Can They All Be Crazy?

My friend Paul Dusza, who I had the pleasure of spending Thanksgiving with, posted this on Facebook:

My Heart goes out to the people who have suffered a loss due to the shooting in Arizona the other day. People ask how did such a person get a gun? I have to ask everyone (anyone) has there ever been an assassination or a shooting or an attempted shooting that was perpetrated by an individual that was considered to be of sound judgement and moral character?

I’d replace gun with weapon (of any sort) because this type of thing has been going on since the earliest days of mankind, and then ask, can they really all have been crazy, insane, deranged, maladjusted or any other term that describes someone of an unbalanced nature?

I am not trying to justify (and would never) anything that any of these people have done, but I am wondering if we are mis-categorizing them?

By default we are not gentle creatures. We are violent. We strike out as children. We cry, we kick, we bite, we scream, and not being violent is a learned response. We are thought it by our parents, disciplined if we don’t stick to the rules and not being violent has become the socially excepted norm.

The matter that we have more evolved brains than the rest of the animal kingdom in no way belies the fact that we are, at our core, animals. Mammals to be more precise.

We have core survival instincts, fight or flee responses and we have been hunter-gatherers for nearly 1.8 million years.

Intellectually and through learned behavior we suppress the baser urges that exist within all of us. We suppress the aggression to avoid violence, the sexual desire that could lead to sex crimes, the alpha dominance that would in a more pack like society allow us to simply take what we want – if we can.

People don’t entirely repress those urges either. We find outlets for them and call these outlets sports or entertainment. The hierarchy of alpha dominance is still readily apparent in any group of people, men or women, if you leave them together long enough.

Violent expression is a part of our nature, albeit one that we have intellectualized into repression.

We fear death.

Death is perhaps the greatest shared fear amongst humanity and is the cause of, if not a very large contributor too, a large part of our supernatural beliefs.

It is easy to see why, when someone perpetrates an act such as murder, which brings our greatest fear to the forefront of our minds and goes against the established social norms, that we would call them crazy, insane, deranged, etc…

The unfortunate reality is that these people may be perfectly sane, however despicable their crimes are. They may simply have a different method of achieving their goals. A method which is socially unacceptable, but in a different, time or circumstance may otherwise be perfectly rational.

Socially unacceptable does not always equal crazy. Just because you can’t rationalize it doesn’t mean that it cannot be rationalized.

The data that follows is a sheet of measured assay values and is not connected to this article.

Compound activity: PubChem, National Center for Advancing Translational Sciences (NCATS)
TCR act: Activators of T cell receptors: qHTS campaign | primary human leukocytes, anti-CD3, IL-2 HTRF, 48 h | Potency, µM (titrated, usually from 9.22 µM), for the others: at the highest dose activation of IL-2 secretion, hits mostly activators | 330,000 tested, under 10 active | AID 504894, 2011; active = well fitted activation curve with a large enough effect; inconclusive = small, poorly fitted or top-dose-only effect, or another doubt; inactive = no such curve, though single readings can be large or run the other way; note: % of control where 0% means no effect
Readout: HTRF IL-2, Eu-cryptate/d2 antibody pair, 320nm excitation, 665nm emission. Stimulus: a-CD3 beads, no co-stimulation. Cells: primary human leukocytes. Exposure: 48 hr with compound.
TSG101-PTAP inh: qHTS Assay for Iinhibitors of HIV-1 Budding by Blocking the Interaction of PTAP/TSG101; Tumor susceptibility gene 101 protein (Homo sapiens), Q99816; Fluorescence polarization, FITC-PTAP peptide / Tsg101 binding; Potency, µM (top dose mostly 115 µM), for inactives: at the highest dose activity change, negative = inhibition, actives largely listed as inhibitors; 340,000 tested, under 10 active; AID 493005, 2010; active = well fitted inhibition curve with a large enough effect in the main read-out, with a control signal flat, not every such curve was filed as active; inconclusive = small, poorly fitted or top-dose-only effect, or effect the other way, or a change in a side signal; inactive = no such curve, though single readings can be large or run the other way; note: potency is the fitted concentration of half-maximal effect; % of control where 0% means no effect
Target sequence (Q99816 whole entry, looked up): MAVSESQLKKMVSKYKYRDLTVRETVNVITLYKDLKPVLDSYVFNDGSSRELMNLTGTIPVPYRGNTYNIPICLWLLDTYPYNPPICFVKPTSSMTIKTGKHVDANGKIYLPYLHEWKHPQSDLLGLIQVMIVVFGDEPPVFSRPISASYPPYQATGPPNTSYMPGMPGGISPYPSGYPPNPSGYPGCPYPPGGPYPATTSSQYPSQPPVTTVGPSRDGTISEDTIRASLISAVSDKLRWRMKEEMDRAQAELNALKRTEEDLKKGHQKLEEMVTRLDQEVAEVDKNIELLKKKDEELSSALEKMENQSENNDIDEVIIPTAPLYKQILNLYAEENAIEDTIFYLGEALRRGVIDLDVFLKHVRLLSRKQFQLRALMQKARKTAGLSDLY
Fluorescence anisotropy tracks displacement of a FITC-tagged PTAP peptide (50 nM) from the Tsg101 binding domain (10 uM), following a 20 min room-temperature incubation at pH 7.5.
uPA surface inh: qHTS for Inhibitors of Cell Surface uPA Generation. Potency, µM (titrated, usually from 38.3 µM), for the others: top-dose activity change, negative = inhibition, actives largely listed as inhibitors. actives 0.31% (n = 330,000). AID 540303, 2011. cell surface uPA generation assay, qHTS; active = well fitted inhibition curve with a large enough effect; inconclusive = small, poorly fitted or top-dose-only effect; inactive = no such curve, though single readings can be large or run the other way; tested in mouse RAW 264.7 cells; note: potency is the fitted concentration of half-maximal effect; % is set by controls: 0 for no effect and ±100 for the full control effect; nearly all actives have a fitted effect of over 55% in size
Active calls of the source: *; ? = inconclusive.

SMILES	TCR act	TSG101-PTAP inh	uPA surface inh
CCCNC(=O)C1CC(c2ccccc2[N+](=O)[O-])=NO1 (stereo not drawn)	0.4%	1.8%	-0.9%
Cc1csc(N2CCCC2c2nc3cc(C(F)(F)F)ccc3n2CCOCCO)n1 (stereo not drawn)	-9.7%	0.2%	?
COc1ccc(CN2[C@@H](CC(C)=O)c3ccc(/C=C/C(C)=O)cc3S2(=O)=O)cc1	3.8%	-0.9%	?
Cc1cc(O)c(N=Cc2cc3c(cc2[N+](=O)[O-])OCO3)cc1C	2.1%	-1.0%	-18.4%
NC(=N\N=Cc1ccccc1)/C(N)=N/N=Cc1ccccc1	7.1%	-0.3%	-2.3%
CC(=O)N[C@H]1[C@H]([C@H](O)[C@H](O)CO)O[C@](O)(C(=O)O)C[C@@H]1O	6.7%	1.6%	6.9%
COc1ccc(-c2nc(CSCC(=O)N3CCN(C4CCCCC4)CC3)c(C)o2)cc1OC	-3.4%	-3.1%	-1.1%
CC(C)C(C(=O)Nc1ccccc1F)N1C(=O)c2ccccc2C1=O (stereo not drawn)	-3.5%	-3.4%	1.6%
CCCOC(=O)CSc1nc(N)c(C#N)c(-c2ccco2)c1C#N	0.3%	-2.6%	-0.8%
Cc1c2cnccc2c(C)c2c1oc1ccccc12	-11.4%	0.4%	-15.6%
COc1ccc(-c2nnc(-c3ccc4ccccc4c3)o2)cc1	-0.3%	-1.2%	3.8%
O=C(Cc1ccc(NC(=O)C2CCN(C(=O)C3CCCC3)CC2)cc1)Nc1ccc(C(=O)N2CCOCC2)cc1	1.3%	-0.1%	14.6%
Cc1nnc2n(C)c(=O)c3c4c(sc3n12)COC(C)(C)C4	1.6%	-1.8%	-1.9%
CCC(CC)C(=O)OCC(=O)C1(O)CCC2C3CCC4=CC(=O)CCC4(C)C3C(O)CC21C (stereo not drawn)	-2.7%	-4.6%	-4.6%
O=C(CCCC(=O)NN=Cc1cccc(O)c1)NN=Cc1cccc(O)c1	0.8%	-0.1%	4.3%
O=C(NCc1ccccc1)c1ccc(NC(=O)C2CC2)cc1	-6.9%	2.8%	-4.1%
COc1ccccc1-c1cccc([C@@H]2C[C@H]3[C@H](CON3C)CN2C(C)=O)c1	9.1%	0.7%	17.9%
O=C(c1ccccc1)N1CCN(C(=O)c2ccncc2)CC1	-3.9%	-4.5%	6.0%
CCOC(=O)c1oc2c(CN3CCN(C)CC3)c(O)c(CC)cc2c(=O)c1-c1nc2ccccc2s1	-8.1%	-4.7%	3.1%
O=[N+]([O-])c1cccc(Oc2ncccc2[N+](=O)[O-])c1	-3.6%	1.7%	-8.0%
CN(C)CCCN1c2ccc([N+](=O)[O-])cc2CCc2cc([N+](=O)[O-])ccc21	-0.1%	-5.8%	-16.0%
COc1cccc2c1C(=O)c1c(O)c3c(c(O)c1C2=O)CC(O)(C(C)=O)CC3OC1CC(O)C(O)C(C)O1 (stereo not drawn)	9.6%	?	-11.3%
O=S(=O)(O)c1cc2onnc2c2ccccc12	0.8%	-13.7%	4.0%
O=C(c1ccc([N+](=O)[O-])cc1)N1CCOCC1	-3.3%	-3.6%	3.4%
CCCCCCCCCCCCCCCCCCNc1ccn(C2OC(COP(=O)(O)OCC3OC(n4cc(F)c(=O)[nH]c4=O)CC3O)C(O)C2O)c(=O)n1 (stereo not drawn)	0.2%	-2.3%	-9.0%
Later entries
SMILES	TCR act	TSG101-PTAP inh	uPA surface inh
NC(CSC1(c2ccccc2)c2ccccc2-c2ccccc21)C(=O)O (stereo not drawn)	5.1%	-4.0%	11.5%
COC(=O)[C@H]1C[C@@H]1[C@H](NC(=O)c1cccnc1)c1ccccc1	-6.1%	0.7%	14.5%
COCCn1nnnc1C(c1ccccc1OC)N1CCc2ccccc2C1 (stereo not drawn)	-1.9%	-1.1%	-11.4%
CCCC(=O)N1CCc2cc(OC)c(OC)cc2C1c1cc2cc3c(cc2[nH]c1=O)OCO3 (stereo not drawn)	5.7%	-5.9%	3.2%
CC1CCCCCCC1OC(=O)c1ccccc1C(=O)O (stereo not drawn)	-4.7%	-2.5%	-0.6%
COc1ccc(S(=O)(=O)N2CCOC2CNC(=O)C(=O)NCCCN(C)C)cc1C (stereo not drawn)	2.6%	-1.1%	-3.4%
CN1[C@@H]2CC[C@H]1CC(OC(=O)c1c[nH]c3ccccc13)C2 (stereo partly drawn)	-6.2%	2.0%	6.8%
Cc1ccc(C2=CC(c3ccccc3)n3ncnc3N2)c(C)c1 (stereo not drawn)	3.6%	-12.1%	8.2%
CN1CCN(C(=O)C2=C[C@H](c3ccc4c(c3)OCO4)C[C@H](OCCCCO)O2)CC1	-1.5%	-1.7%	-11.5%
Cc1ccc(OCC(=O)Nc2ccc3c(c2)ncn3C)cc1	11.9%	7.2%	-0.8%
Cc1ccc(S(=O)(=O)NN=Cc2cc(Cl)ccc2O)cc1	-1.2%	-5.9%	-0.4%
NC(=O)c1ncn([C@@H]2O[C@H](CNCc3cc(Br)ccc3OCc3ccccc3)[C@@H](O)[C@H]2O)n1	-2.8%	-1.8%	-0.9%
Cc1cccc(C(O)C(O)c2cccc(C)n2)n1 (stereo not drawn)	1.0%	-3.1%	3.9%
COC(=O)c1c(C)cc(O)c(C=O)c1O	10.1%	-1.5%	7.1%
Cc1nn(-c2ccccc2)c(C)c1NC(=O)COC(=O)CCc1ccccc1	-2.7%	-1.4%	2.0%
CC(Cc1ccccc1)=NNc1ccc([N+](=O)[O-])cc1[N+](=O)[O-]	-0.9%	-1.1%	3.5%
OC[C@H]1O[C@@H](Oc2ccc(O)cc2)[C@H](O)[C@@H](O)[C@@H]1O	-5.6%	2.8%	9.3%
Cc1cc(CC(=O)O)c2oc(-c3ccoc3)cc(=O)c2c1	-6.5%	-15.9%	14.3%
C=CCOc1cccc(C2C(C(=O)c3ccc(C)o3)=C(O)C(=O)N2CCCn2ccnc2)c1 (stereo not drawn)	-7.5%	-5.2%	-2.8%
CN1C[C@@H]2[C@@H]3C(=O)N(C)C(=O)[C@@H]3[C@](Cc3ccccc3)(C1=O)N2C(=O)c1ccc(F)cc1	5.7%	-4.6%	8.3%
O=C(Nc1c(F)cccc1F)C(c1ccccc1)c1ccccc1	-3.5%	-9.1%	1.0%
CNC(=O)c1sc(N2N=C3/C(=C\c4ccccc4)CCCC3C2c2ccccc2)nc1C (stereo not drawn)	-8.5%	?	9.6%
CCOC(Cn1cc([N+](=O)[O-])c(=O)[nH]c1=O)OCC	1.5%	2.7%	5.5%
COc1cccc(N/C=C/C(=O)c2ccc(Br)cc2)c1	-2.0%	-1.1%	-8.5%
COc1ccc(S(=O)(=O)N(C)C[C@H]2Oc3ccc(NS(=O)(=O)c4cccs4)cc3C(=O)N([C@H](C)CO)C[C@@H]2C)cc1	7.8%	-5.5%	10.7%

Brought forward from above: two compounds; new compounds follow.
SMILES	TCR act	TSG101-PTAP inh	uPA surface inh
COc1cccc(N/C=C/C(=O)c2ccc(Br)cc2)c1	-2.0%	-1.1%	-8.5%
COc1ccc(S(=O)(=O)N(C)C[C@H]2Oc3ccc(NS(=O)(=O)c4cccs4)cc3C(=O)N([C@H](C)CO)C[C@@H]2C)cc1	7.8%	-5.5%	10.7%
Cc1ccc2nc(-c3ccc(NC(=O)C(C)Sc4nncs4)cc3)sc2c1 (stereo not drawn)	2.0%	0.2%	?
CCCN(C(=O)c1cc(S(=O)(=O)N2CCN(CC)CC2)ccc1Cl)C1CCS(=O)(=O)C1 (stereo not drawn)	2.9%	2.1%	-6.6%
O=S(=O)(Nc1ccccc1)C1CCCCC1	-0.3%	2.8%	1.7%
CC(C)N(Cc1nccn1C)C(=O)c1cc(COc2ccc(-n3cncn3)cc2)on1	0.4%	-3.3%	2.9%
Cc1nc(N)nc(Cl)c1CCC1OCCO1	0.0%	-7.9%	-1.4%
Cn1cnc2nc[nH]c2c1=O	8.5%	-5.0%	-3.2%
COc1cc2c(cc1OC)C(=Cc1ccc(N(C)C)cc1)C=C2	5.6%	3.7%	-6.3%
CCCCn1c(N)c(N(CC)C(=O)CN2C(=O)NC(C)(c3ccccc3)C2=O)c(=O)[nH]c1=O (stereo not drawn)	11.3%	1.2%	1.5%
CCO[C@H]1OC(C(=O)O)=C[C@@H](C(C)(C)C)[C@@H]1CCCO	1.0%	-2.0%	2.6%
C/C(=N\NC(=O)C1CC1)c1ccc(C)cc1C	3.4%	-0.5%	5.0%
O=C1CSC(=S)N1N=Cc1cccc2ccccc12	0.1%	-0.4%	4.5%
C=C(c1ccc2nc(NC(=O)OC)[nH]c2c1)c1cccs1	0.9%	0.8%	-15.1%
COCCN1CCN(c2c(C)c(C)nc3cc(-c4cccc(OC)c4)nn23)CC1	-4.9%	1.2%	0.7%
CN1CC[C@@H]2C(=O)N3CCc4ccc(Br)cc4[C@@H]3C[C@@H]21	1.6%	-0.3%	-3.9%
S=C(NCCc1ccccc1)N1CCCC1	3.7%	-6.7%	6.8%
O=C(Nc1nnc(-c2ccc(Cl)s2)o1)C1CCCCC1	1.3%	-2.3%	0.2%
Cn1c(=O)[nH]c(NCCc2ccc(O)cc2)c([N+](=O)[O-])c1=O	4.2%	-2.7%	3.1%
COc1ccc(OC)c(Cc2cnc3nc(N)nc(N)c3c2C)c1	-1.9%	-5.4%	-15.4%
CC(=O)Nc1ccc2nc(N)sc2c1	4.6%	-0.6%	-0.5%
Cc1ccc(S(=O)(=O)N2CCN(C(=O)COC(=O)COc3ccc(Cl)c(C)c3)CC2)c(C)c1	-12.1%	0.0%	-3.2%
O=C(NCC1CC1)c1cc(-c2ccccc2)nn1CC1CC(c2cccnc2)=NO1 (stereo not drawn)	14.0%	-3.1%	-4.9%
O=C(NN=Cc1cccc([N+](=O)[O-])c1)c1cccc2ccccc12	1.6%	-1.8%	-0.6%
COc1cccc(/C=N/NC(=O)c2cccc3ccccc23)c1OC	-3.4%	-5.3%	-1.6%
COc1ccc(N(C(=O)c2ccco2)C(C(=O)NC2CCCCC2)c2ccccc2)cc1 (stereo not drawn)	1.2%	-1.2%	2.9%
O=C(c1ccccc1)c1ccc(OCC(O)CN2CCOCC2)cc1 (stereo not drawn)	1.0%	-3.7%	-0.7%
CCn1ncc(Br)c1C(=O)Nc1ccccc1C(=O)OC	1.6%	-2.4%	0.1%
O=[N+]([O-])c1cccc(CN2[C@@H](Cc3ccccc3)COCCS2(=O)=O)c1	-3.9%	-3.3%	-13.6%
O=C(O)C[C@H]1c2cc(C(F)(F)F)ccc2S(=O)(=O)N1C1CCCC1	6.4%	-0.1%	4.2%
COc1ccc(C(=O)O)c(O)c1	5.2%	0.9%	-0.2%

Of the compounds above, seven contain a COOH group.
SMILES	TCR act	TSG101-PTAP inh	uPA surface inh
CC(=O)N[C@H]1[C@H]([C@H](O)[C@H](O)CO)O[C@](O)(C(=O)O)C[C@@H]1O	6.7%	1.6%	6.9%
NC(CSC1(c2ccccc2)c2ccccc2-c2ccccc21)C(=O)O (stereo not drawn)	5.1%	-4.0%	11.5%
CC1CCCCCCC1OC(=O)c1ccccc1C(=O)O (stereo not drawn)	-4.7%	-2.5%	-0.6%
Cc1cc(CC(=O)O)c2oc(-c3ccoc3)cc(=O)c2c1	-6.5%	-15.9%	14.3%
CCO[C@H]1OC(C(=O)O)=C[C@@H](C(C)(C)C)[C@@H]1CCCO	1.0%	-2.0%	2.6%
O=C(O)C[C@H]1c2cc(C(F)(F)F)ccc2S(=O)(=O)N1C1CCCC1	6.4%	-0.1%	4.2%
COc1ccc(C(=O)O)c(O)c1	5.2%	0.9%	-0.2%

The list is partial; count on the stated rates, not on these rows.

I find it difficult to rationalize and justify a belief in religion for example, but it does mean that I consider those of religious belief to be crazy. It also does not mean that I am crazy because I cannot make the leaps of faith required to be religious.

These crimes are never acceptable in any form and are horrific.

It may be time that we stop labeling the perpetrators of such crimes with terms such as crazy, insane and deranged  and start looking for other terms that actually apply.

There are many example of mass murders who were deemed legally sane, but still called crazy. Some like, George Banks:

”suffered from a mental defect” but ”was legally sane and competent to stand trial.”

A mental defect? I wonder if that was the courts way of saying : ” We don’t know what’s wrong with him. He’s sane, but he has committed a horrible crime that we cannot rationalize so he must be mentally defective”.

The fear that a sane person could have perpetrated these crimes may have prevented them from saying: “This guy committed a terrible crime and it is all the more atrocious because he knew exactly what he was doing and why he was doing. He is perfectly sane and that scares us to death”.

Some times it’s easier to slap the “crazy” label on instead of dealing with that fear.

On the flip side you have Andre Thomas, who plucked his own eyes out.

The court deemed that:

“Applicant has a severe mental illness. He suffers from psychotic delusions and perhaps from schizophrenia,”

But despite that statement Thomas was still found to be legally sane under Texas law:

Thomas “is clearly ’crazy,’ but he is also ’sane’ under Texas law,” Judge Cochran wrote.

In todays world, the media and public alike, have little trouble interchanging words like crazy, insane, mentally ill and deranged in order to express their fear and uneasiness, or to achieve a political goal or even just to drive the ratings up. Nothing drives viewers like watching and hearing about the crazy guy.

Again, I’m wondering if we should use more appropriate terms that accurately describe the mental and social well-being of people who commit these crimes  and not leave it to the lay people and especially the lay media to decide that someone was crazy.

To be honest, it’s far more frightening and disturbing to hear about the actions of the perfectly sane mass murderer than it is about the crazy one. At least the crazy guy has an excuse – he’s batshit crazy. Right?

2 thoughts on “Can They All Be Crazy?

  1. I agree. I sometimes worry that people use the crazy excuse to avoid getting fried though. There is obviously something wrong with him, but this guy does not deserve to live.


  2. I agree. I sometimes worry that people use the crazy excuse to avoid getting fried though. There is obviously something wrong with him, but this guy does not deserve to live.


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